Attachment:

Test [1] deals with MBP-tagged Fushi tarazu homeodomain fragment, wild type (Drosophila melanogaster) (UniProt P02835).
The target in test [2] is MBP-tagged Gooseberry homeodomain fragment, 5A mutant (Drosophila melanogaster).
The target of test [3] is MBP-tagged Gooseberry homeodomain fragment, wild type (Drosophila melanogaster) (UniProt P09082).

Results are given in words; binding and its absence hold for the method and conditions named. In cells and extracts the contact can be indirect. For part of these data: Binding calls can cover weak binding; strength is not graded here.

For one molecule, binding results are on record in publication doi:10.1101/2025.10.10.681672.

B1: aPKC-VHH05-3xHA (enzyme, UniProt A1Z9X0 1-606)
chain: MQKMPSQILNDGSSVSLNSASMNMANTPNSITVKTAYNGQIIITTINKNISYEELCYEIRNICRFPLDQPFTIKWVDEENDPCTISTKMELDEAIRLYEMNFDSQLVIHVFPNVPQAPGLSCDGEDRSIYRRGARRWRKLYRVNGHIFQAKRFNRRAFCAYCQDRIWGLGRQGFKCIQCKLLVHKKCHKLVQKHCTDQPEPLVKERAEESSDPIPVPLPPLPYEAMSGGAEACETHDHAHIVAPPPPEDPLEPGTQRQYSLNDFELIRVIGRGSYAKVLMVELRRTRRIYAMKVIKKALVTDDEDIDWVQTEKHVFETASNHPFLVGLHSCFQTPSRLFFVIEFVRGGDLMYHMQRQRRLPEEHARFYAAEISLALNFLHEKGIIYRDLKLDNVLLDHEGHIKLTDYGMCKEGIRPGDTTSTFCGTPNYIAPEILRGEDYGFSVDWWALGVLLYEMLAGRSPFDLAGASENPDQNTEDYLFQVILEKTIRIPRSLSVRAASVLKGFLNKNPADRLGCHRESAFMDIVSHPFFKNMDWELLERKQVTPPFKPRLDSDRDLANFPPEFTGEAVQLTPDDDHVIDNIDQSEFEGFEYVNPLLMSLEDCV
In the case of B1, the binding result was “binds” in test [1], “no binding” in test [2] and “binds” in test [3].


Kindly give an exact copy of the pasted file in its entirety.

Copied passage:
Test [1] deals with MBP-tagged Fushi tarazu homeodomain fragment, wild type (Drosophila melanogaster) (UniProt P02835).
The target in test [2] is MBP-tagged Gooseberry homeodomain fragment, 5A mutant (Drosophila melanogaster).
The target of test [3] is MBP-tagged Gooseberry homeodomain fragment, wild type (Drosophila melanogaster) (UniProt P09082).

Results are given in words; binding and its absence hold for the method and conditions named. In cells and extracts the contact can be indirect. For part of these data: Binding calls can cover weak binding; strength is not graded here.

For one molecule, binding results are on record in publication doi:10.1101/2025.10.10.681672.

B1: aPKC-VHH05-3xHA (enzyme, UniProt A1Z9X0 1-606)
chain: MQKMPSQILNDGSSVSLNSASMNMANTPNSITVKTAYNGQIIITTINKNISYEELCYEIRNICRFPLDQPFTIKWVDEENDPCTISTKMELDEAIRLYEMNFDSQLVIHVFPNVPQAPGLSCDGEDRSIYRRGARRWRKLYRVNGHIFQAKRFNRRAFCAYCQDRIWGLGRQGFKCIQCKLLVHKKCHKLVQKHCTDQPEPLVKERAEESSDPIPVPLPPLPYEAMSGGAEACETHDHAHIVAPPPPEDPLEPGTQRQYSLNDFELIRVIGRGSYAKVLMVELRRTRRIYAMKVIKKALVTDDEDIDWVQTEKHVFETASNHPFLVGLHSCFQTPSRLFFVIEFVRGGDLMYHMQRQRRLPEEHARFYAAEISLALNFLHEKGIIYRDLKLDNVLLDHEGHIKLTDYGMCKEGIRPGDTTSTFCGTPNYIAPEILRGEDYGFSVDWWALGVLLYEMLAGRSPFDLAGASENPDQNTEDYLFQVILEKTIRIPRSLSVRAASVLKGFLNKNPADRLGCHRESAFMDIVSHPFFKNMDWELLERKQVTPPFKPRLDSDRDLANFPPEFTGEAVQLTPDDDHVIDNIDQSEFEGFEYVNPLLMSLEDCV
In the case of B1, the binding result was “binds” in test [1], “no binding” in test [2] and “binds” in test [3].